Amplifying this further, on 14 May, Google and Alphabet CEO Sundar Pichai said that its latest model, Gemini Pro, is “designed to be multimodal from the ground up.” To add further to this versatility, mentioned that Google is doubling the model’s ‘token window’—essentially, the amount of text, or the length of an audio or video clip, that the latest Gemini model can process from its query.

While these advancements demonstrate significant progress toward making machines more human-like and cognizant, substantial challenges remain—those related to data, copyrights, cost, and computing power.


Accessing data to train AI is becoming increasingly complex as regulators worldwide address concerns that companies are scraping copyrighted material.

Training an AI algorithm to understand such extensive context requires tech companies to use enormous amounts of data. The more data an AI model is trained on, the better its chances of providing contextually accurate responses. This need is amplified by multimodality; for reference, just for text and image inputs, OpenAI’s GPT-4 AI model needs an estimated 1.75 trillion data parameters.

The required data should theoretically increase exponentially when images, videos, and audio are incorporated into an AI tool. While this still holds true, most of the popular LLMs have received substantial training from public usage during the past two years. However, even with this, billions of data points are necessary to train AI models to interpret inputs such as images with scribbled handwriting, low-quality video snippets, or garbled voice clips with background  noise accurately.


This vast data requirement is crucial for making AI truly usable, for instance, in aiding vocally impaired individuals in accessing websites and conducting transactions. Although current AI models are bringing us closer to this reality, the challenges of data acquisition and processing costs remain significant obstacles.

Why the Challenge?

Sourcing the vast amounts of visual and auditory data required for multimodal AI is a significant challenge. It demands substantial financial resources. OpenAI CEO Sam Altman has admitted to spending billions of dollars to develop their GPT models to match their current state. Moreover, access to this data is becoming increasingly complex as regulators worldwide address artists’ concerns that tech companies are scraping copyrighted material from the open Internet to train their AI models without compensating the original audio, image, or video content creators.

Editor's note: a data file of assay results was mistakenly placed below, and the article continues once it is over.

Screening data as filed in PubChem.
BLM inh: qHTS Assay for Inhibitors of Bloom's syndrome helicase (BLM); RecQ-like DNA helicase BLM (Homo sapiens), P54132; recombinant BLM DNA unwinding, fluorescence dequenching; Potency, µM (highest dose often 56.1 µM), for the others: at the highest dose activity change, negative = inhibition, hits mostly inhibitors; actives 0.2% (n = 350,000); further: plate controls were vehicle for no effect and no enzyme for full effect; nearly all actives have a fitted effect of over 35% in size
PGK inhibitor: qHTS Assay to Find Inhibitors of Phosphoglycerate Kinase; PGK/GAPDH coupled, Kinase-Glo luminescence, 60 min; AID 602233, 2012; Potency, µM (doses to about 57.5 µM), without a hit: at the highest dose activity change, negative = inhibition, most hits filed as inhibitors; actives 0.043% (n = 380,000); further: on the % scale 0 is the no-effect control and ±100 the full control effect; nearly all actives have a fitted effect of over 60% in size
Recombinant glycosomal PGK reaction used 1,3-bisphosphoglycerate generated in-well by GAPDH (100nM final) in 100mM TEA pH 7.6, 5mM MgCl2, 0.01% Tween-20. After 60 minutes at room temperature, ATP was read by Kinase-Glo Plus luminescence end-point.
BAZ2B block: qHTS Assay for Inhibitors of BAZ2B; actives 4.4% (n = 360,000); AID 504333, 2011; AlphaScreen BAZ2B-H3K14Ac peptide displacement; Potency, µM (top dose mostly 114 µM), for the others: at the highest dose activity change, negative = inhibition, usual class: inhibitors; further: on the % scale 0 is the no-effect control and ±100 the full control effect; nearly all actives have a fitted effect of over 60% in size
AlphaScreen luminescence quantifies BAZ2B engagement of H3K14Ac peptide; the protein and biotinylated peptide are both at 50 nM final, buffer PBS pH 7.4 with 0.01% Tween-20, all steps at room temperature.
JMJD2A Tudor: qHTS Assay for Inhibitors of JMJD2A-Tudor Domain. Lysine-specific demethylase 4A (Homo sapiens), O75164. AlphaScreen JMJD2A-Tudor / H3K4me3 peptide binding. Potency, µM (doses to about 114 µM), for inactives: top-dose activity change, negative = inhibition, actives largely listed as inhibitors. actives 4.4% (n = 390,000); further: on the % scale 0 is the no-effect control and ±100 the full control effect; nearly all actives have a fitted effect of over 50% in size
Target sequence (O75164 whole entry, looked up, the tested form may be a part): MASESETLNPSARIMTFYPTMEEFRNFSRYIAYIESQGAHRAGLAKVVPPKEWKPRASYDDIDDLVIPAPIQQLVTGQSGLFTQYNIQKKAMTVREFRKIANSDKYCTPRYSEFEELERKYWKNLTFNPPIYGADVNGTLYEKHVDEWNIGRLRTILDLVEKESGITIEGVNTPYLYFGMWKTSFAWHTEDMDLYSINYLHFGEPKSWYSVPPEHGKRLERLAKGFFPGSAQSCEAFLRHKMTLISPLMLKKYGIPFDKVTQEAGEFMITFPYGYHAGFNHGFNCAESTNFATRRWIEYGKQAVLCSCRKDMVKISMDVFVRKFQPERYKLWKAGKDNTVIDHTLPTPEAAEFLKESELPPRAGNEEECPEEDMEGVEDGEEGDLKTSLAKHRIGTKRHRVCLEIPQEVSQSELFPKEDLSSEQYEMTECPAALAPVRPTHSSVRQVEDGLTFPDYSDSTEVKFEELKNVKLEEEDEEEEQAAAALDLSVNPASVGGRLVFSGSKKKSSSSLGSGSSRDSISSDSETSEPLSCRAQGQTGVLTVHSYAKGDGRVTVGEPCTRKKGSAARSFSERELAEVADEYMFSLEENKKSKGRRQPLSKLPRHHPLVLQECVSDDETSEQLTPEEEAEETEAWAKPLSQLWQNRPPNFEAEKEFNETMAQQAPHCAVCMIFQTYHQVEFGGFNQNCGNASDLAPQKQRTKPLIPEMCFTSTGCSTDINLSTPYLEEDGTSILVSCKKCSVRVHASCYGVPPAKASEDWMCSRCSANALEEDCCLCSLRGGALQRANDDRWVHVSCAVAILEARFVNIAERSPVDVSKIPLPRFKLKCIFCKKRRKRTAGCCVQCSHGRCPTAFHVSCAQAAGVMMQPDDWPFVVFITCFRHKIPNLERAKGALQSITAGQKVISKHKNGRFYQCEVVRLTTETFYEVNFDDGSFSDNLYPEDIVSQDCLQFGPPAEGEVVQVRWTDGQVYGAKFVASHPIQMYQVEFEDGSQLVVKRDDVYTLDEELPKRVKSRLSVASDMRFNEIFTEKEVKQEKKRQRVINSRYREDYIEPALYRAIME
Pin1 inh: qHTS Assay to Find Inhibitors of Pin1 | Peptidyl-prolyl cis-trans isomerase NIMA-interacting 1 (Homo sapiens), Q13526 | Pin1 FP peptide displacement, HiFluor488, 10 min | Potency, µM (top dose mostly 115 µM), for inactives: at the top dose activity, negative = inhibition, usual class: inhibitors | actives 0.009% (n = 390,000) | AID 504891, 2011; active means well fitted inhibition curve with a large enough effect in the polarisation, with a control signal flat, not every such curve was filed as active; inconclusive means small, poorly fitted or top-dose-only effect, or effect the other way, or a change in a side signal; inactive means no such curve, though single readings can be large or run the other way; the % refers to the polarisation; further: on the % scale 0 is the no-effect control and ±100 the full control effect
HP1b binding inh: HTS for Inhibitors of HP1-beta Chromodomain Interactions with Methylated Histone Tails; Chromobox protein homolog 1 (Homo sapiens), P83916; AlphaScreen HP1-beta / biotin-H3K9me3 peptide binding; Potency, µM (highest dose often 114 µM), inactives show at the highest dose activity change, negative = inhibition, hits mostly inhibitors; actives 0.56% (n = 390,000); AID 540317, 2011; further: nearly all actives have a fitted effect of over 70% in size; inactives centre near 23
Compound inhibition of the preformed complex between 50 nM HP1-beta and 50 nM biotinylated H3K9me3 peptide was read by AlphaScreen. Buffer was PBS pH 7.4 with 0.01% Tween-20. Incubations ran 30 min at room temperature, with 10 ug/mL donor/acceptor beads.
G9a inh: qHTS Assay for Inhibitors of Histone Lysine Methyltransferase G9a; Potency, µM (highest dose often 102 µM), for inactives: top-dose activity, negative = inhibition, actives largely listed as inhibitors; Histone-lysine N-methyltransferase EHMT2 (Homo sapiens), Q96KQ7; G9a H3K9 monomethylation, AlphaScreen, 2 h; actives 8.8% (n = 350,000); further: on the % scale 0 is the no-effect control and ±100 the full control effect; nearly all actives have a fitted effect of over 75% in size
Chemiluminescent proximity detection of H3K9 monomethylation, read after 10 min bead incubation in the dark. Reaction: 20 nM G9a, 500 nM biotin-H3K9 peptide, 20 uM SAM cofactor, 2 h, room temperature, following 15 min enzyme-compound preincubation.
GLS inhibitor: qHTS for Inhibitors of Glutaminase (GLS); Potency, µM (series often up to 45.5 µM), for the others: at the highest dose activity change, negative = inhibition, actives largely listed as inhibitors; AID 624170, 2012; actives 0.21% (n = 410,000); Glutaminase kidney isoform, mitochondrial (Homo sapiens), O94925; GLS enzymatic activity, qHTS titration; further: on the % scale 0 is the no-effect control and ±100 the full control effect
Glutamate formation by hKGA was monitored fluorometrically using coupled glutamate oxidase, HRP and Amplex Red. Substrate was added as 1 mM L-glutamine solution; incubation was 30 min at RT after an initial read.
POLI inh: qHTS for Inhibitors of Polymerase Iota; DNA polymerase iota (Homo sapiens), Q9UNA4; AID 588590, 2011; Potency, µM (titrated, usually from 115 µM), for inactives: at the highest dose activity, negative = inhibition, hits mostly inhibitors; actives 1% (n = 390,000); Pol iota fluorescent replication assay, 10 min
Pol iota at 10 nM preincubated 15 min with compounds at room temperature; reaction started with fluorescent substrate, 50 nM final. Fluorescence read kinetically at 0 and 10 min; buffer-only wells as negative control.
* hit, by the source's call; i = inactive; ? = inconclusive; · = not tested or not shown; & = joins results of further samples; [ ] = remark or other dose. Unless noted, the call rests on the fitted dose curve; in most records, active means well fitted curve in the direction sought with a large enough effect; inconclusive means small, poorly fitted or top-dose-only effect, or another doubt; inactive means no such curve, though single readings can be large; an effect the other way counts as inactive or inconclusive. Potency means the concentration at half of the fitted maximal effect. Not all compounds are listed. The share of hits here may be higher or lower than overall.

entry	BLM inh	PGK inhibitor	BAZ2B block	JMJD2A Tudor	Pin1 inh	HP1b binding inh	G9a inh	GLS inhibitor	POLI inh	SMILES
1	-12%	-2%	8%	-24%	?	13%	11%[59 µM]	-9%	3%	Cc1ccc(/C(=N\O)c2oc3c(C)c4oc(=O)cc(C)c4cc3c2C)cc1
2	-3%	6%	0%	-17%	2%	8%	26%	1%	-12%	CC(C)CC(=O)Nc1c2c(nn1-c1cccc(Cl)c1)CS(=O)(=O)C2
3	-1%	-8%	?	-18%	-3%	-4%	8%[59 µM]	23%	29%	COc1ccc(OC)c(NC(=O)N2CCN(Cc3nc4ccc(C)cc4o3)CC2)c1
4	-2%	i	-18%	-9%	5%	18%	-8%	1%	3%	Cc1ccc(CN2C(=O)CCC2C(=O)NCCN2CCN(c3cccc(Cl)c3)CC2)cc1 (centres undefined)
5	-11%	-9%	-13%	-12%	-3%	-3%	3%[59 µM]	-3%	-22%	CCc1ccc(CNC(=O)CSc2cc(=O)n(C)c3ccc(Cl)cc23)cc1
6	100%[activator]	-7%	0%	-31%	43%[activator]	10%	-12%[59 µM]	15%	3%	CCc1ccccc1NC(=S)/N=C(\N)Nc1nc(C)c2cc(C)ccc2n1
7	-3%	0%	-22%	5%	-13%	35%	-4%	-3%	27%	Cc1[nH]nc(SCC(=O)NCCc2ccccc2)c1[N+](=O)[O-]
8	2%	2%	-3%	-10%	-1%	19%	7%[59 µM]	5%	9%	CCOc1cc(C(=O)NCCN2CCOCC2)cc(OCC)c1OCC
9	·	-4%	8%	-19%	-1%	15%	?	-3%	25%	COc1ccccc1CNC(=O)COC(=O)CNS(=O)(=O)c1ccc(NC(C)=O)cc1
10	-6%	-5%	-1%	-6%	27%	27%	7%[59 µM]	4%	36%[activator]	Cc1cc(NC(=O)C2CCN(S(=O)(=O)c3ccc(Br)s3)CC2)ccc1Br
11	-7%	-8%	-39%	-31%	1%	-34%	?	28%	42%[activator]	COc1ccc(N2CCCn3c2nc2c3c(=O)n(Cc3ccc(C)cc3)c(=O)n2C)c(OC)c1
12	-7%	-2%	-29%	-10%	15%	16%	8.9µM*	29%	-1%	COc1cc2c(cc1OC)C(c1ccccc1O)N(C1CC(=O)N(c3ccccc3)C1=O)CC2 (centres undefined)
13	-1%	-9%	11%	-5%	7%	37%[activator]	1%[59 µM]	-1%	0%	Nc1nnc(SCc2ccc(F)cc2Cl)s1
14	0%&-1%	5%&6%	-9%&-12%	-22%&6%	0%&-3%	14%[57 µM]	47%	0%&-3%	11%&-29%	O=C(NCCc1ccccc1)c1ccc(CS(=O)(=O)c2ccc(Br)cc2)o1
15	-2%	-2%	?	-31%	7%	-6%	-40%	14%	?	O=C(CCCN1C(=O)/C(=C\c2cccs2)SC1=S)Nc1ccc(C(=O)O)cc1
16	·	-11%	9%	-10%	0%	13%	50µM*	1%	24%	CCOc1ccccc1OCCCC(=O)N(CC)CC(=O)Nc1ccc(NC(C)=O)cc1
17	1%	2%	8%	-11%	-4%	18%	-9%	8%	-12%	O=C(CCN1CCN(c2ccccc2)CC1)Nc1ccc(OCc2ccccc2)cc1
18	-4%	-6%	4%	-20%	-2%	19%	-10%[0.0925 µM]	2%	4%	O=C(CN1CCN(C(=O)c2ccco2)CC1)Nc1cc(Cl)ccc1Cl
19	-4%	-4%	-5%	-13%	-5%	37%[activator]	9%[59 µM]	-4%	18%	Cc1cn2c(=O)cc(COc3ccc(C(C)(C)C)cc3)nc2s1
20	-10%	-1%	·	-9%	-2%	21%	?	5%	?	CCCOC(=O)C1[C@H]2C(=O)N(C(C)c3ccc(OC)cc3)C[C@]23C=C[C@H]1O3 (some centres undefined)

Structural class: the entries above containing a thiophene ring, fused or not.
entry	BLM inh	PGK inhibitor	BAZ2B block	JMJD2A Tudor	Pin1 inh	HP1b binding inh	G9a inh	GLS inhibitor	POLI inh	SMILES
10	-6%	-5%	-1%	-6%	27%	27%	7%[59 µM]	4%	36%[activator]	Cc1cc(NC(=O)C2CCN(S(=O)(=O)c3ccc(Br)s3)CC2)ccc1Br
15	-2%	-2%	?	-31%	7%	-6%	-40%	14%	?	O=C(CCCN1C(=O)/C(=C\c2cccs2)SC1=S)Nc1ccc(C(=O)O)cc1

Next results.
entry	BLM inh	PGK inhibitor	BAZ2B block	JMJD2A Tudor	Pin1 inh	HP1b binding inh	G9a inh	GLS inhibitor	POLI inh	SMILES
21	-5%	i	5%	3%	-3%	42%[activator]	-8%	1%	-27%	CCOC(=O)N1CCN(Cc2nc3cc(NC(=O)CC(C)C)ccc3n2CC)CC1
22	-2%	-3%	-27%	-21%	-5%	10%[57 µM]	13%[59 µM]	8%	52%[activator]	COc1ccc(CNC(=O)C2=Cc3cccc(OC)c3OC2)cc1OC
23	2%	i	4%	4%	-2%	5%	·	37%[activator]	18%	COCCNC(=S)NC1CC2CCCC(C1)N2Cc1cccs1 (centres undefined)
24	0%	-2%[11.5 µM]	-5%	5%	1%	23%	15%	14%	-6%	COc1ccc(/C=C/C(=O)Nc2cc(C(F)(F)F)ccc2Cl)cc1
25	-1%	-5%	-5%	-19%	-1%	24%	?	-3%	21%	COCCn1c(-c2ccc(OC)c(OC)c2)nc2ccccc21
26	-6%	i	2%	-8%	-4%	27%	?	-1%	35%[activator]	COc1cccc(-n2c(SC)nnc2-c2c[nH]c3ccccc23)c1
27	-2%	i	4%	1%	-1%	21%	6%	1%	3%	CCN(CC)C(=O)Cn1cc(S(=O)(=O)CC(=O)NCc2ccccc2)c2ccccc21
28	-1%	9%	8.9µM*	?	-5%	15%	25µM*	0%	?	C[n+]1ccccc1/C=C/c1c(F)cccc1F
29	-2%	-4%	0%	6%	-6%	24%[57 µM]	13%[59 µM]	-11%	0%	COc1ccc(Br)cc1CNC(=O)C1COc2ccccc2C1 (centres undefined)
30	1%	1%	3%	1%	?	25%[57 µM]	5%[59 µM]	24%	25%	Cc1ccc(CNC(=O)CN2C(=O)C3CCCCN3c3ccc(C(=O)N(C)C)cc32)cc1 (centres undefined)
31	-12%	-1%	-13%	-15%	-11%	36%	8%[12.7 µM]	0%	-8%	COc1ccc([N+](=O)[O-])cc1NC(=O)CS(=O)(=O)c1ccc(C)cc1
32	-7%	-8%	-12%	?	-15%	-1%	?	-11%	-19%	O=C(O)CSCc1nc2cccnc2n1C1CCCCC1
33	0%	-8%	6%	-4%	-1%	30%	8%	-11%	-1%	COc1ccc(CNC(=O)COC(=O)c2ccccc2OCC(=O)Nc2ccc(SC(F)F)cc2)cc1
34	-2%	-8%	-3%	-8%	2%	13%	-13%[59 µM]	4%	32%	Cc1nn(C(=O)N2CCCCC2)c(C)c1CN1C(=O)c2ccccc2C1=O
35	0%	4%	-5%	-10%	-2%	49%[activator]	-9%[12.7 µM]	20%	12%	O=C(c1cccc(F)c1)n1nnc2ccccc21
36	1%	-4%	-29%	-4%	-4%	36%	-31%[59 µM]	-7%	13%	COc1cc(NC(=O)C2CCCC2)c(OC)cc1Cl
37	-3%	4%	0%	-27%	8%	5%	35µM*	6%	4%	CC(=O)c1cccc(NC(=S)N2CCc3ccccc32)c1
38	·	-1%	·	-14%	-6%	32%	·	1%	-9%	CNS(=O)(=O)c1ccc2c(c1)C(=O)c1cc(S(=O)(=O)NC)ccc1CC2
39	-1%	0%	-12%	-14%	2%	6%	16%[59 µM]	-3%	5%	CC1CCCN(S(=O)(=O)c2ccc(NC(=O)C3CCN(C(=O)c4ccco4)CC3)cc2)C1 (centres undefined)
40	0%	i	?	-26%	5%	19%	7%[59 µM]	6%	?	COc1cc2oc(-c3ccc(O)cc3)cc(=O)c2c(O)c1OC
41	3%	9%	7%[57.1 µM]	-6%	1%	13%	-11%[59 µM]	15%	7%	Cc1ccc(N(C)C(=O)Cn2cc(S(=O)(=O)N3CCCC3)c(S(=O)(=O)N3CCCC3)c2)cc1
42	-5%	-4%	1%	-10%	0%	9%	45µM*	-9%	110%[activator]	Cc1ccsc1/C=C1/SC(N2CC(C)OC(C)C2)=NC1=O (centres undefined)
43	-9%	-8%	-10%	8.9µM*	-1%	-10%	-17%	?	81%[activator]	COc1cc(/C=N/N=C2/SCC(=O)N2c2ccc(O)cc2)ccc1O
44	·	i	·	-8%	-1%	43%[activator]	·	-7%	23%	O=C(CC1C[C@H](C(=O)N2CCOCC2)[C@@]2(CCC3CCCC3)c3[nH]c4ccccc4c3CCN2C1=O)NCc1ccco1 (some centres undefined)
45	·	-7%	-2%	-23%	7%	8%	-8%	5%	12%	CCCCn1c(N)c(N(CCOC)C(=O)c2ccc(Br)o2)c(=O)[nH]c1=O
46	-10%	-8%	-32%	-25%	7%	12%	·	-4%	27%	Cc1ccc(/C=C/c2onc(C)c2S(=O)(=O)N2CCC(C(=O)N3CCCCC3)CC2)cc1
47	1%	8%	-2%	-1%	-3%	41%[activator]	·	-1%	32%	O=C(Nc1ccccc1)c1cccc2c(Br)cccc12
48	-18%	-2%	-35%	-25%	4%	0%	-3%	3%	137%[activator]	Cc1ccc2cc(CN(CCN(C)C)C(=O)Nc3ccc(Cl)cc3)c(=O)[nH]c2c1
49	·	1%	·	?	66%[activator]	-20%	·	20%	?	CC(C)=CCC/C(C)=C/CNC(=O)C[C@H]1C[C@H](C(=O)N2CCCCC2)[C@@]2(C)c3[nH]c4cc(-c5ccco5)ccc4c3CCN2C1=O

These practices have raised ethical questions about tech companies’ actions, highlighting a murky area in technology. The question has been about who truly owns the content on social media platforms. Is it the user who created it or the platform that distributes it, or is any content published on social media fair game for reuse unless explicitly stated otherwise?

While regulations have largely left these areas ambiguous, more nations are seeking answers to address these concerns. Can AI withstand the wave of copyright conflicts coming its way? Privacy and copyright advocates argue that tech companies should not evade responsibility by citing commercial interests and withholding details about their data sources.

Gemini 1.5 Pro marks a milestone in the evolution of Gen AI, where AI tools are being designed with multimodality from the ground up.

The long answer may be even more complicated. Add the cost factor to this argument, and the matter becomes exponentially more complex since only a handful of companies can afford the capital required to train such AI models.

Is multimodality worth these costs and compromises?

It may be too soon to tell, but in the long run, the answer will largely depend on how commercially successful and socially impactful these AI models become. 

By Vernika Awal